Mallinckrodt’s Phase IV registry for PPHN medicine starts enrolment


Mallinckrodt Pharmaceuticals has started patient enrolment in a Phase IV registry (PaTTerN) to evaluate INOMAX (nitric oxide) gas inhalation to treat persistent pulmonary hypertension of the newborn (PPHN).

The trial will be conducted in premature neonates whose gestational age is less than 34 weeks and in term, near-term neonates with a gestational age of more than 34 weeks.

INOMAX is indicated for oxygenation improvement and to minimise extracorporeal membrane oxygenation need in term and near-term neonates with pulmonary hypertension (PH)-associated hypoxic respiratory failure (HRF), in combination with ventilatory support.

During the Phase IV registry trial, the neonates will be receiving inhaled nitric oxide through invasive or non-invasive ventilator support at various clinical sites in the US.

"During the Phase IV registry trial, the neonates will be receiving inhaled nitric oxide through invasive or non-invasive ventilator support at various clinical sites in the US."

Expected to be completed by 2022, the enrolment will see the addition of approximately 168 subjects in the trial.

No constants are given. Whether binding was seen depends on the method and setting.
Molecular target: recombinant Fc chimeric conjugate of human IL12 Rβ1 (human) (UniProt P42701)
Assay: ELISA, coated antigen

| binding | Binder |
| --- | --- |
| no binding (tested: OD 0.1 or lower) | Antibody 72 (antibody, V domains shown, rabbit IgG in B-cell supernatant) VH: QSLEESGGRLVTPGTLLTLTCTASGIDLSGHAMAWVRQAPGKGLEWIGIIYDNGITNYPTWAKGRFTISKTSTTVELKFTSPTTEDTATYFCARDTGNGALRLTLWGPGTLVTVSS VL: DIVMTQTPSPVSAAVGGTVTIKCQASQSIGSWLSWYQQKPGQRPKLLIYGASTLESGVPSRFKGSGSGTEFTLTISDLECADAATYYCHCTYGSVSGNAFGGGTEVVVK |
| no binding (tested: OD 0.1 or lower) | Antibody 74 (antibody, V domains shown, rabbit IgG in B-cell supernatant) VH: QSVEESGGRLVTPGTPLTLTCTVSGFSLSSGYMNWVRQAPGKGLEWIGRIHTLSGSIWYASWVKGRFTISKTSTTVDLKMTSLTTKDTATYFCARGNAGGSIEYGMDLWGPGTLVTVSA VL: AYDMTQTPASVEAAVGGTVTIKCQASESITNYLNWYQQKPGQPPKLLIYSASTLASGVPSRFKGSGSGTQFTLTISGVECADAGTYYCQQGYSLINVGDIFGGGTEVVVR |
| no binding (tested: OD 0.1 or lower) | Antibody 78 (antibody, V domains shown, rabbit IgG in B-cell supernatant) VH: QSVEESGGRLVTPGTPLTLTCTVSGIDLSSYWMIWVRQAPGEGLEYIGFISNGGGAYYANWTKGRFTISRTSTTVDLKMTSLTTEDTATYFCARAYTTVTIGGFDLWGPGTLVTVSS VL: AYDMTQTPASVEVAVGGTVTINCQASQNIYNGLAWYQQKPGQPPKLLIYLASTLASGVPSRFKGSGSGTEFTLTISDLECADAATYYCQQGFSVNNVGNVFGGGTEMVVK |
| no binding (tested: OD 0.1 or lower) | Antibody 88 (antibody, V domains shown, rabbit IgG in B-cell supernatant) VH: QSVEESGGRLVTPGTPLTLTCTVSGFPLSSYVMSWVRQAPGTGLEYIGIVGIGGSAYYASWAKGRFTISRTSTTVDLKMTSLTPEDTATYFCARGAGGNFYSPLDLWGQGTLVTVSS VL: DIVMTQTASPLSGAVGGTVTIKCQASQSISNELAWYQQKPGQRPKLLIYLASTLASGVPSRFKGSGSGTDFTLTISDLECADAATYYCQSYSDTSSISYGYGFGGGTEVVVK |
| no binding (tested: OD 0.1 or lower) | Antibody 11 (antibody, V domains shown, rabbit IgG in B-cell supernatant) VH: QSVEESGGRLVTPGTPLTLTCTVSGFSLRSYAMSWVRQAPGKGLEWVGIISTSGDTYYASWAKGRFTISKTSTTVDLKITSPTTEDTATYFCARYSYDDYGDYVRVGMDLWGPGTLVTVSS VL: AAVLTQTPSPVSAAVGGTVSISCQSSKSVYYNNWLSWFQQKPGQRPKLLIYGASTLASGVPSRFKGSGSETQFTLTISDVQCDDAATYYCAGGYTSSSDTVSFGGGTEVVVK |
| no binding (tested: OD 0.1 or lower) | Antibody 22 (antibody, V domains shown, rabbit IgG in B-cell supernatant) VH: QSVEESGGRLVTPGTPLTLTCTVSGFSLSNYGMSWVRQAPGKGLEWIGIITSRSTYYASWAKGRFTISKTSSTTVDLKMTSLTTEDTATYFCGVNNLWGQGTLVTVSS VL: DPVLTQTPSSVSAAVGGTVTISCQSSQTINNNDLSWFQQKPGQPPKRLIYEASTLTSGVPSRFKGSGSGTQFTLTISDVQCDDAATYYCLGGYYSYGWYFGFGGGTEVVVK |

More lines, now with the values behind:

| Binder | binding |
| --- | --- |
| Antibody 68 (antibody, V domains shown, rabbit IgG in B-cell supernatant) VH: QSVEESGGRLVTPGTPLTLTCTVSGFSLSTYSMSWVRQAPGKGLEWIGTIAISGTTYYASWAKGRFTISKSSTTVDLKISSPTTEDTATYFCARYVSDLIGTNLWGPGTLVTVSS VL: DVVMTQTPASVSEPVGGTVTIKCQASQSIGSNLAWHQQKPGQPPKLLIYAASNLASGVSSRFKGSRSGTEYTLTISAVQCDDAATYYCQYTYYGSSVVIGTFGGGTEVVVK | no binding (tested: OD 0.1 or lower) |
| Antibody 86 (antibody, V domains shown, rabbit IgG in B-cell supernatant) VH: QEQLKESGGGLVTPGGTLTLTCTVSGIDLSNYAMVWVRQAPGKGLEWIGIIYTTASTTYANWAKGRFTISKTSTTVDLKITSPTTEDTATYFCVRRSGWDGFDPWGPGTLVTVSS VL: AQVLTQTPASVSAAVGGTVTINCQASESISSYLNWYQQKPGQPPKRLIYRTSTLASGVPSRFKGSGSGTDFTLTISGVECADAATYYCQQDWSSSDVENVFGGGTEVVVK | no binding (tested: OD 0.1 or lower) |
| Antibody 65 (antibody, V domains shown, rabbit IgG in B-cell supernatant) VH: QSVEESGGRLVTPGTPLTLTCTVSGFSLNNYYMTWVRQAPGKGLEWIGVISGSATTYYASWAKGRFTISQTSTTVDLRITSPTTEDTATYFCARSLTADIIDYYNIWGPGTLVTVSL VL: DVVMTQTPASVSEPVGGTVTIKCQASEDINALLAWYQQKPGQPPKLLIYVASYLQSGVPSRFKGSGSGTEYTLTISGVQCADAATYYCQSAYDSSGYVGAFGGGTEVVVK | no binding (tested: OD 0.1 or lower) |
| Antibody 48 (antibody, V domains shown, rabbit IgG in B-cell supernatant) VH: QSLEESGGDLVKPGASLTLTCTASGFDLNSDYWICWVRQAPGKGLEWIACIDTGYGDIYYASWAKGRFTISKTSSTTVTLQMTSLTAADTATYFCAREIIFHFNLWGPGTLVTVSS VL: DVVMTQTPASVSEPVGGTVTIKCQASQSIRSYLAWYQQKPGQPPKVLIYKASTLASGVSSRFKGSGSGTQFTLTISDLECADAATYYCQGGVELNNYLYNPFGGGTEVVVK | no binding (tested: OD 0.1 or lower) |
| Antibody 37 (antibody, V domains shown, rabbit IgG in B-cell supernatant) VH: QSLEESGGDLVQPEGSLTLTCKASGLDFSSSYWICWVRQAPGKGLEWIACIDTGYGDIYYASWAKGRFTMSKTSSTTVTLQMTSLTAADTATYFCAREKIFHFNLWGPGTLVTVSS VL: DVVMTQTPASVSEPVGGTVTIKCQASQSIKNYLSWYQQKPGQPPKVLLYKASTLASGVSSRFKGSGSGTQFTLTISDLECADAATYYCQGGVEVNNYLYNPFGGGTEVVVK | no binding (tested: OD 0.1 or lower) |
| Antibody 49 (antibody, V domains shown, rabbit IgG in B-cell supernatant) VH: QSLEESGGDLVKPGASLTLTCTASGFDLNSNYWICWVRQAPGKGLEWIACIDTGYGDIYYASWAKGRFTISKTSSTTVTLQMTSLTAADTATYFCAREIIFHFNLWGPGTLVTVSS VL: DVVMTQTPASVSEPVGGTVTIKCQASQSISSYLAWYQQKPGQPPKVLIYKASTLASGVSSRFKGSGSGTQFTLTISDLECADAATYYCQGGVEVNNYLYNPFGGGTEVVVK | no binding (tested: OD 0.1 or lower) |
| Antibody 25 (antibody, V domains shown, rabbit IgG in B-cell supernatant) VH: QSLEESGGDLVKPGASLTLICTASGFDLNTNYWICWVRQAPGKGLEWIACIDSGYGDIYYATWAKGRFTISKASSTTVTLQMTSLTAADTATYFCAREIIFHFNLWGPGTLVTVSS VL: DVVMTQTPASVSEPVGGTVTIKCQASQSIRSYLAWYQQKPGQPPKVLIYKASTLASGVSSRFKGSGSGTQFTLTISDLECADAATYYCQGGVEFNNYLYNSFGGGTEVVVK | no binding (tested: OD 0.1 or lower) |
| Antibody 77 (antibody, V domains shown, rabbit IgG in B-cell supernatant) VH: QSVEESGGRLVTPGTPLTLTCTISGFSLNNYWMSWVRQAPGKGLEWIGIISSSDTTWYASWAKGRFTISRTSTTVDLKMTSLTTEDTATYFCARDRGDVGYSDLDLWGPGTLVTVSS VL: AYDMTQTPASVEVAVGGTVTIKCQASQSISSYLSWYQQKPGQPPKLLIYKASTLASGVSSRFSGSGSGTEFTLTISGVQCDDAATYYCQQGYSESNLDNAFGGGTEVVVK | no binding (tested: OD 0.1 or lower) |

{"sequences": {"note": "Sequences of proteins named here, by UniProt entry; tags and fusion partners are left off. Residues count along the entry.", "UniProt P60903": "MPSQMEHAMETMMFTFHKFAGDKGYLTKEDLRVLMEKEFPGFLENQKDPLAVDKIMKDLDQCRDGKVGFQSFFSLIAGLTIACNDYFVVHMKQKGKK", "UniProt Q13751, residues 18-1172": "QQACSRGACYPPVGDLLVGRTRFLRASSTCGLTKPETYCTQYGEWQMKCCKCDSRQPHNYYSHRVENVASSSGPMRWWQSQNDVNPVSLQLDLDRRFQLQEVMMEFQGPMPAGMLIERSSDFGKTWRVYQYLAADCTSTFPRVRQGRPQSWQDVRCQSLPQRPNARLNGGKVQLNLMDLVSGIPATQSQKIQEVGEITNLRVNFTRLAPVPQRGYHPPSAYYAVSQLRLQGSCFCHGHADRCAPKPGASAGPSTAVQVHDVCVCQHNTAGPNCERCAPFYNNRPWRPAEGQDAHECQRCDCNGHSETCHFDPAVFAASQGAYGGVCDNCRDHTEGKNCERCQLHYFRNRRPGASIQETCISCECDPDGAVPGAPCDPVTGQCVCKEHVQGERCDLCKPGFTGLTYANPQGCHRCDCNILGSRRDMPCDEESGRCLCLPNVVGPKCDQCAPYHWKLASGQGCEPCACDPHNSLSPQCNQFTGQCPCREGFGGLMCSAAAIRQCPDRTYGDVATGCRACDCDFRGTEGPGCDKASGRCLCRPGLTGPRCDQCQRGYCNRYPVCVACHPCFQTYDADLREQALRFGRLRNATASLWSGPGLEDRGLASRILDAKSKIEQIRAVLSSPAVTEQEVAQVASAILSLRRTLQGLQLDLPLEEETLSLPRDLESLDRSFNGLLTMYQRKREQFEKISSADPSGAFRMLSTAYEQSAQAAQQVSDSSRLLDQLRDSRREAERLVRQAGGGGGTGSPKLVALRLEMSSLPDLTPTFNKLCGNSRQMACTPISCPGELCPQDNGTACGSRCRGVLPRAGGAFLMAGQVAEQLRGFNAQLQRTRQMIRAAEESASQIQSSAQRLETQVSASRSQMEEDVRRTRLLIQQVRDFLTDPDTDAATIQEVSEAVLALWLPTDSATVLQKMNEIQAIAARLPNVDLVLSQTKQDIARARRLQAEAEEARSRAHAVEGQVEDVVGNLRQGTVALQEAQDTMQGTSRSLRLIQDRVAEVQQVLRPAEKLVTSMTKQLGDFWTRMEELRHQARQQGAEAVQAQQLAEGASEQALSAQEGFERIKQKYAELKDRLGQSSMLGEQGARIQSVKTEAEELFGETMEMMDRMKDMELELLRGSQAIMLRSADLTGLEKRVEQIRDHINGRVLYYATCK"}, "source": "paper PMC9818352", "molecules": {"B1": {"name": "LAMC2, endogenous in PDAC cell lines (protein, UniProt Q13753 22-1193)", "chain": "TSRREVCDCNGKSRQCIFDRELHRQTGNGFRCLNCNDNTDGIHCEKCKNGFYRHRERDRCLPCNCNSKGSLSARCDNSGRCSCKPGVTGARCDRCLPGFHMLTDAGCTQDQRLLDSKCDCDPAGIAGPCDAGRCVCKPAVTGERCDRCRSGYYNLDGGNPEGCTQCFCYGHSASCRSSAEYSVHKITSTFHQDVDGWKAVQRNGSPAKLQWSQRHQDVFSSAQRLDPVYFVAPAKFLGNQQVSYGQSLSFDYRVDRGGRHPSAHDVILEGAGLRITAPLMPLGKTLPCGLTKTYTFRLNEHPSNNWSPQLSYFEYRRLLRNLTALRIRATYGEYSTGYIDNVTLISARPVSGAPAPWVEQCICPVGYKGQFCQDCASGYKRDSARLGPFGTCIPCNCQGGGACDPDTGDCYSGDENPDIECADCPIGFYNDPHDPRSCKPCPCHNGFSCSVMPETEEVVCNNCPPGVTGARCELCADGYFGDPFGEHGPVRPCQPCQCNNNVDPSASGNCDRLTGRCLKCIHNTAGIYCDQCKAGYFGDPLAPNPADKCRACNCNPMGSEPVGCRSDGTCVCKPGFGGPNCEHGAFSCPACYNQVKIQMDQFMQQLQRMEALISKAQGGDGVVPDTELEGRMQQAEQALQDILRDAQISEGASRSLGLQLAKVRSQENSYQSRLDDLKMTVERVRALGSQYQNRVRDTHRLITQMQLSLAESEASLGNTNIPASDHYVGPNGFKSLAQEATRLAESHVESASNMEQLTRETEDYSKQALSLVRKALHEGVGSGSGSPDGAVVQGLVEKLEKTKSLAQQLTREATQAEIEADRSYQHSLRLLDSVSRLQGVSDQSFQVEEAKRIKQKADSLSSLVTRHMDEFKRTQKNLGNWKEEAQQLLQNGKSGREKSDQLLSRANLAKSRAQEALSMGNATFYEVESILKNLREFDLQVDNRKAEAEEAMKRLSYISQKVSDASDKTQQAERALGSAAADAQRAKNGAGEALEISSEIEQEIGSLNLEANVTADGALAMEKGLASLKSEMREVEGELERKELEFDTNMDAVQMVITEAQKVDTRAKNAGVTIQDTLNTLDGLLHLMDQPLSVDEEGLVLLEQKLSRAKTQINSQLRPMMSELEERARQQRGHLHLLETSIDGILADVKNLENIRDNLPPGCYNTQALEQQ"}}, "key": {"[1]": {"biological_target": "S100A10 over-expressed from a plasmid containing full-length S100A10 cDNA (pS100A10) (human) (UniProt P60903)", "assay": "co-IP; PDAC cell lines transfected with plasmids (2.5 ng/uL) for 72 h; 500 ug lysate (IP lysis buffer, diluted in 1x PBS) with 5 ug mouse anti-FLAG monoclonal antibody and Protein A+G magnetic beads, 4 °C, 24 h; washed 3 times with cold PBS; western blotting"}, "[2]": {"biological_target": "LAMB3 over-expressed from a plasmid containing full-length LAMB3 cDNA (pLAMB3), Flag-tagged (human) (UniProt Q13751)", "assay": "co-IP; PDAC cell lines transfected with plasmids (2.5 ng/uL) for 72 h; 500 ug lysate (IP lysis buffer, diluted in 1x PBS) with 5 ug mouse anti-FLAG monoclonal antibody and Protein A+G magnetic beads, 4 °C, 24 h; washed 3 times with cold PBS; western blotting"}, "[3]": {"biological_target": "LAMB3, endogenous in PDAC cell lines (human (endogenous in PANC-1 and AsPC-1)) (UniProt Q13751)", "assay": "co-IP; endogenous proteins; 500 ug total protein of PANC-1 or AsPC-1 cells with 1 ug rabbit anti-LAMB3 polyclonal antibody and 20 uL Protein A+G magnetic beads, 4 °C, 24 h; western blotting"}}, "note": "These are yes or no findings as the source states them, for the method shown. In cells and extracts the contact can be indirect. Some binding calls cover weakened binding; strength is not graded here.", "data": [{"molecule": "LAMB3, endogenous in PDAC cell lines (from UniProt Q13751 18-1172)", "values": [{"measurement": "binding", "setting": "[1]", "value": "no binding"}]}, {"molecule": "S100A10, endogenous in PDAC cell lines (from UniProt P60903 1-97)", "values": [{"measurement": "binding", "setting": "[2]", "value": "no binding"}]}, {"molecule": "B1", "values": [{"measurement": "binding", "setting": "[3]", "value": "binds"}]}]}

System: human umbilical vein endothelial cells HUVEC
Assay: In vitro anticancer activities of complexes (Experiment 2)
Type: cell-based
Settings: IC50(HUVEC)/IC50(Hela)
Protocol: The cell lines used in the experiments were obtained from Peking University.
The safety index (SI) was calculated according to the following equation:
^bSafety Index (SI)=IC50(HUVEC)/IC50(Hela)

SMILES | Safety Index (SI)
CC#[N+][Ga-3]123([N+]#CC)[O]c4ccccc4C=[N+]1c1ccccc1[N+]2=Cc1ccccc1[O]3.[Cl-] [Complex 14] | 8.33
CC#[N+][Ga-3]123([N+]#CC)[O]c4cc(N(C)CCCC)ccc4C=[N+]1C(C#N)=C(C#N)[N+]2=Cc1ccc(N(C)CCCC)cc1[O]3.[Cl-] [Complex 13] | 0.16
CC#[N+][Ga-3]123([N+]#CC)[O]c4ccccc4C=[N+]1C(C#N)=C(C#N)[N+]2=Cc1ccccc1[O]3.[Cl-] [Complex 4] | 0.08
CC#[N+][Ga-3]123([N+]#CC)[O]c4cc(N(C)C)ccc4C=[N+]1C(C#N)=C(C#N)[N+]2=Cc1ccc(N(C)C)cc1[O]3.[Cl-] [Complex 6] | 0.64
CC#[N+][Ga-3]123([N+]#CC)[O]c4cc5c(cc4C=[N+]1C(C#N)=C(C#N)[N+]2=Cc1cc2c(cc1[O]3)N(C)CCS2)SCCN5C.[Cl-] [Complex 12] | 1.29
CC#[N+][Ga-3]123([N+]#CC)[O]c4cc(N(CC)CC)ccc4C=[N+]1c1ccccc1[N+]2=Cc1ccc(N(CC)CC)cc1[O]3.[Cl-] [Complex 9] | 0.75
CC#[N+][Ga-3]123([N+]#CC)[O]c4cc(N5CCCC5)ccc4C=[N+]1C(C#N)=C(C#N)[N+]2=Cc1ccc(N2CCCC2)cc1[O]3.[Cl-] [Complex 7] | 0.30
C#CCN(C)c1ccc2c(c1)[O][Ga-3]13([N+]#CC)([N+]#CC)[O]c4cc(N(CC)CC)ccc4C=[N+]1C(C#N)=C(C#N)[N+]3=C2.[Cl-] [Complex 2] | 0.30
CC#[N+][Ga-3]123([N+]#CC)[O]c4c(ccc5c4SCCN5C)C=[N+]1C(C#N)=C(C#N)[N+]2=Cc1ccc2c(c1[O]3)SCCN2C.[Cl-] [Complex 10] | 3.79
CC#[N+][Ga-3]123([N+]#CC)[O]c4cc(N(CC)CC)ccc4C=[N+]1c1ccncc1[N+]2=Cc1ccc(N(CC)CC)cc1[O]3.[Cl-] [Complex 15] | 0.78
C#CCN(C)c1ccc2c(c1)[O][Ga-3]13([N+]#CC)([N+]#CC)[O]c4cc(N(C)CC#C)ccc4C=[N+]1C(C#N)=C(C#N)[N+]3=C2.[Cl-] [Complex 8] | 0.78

Mallinckrodt executive vice-president and chief scientific officer Steven Romano said: "We are pleased to enrol the first patient in this multi-centre, observational registry, which will generate data and insights concerning inhaled nitric oxide use in pre-term neonates with pulmonary hypertension compared with term and near-term neonates with pulmonary hypertension.”

The primary outcome of the PaTTerN trial is the measure of incidence of subjects with a minimum of 25% oxygenation index or surrogate oxygenation index improvement, when compared to baseline and summarised by gestation age group.

Results obtained from the trial are expected to provide insights into the potential use of inhaled nitric oxide to control PH and improve oxygenation in pre-term neonates with PH-associated HRF, compared to term and near-term neonates with similar condition.


Image: An illustration depicting pulmonary hypertension. Photo: courtesy of BruceBlaus.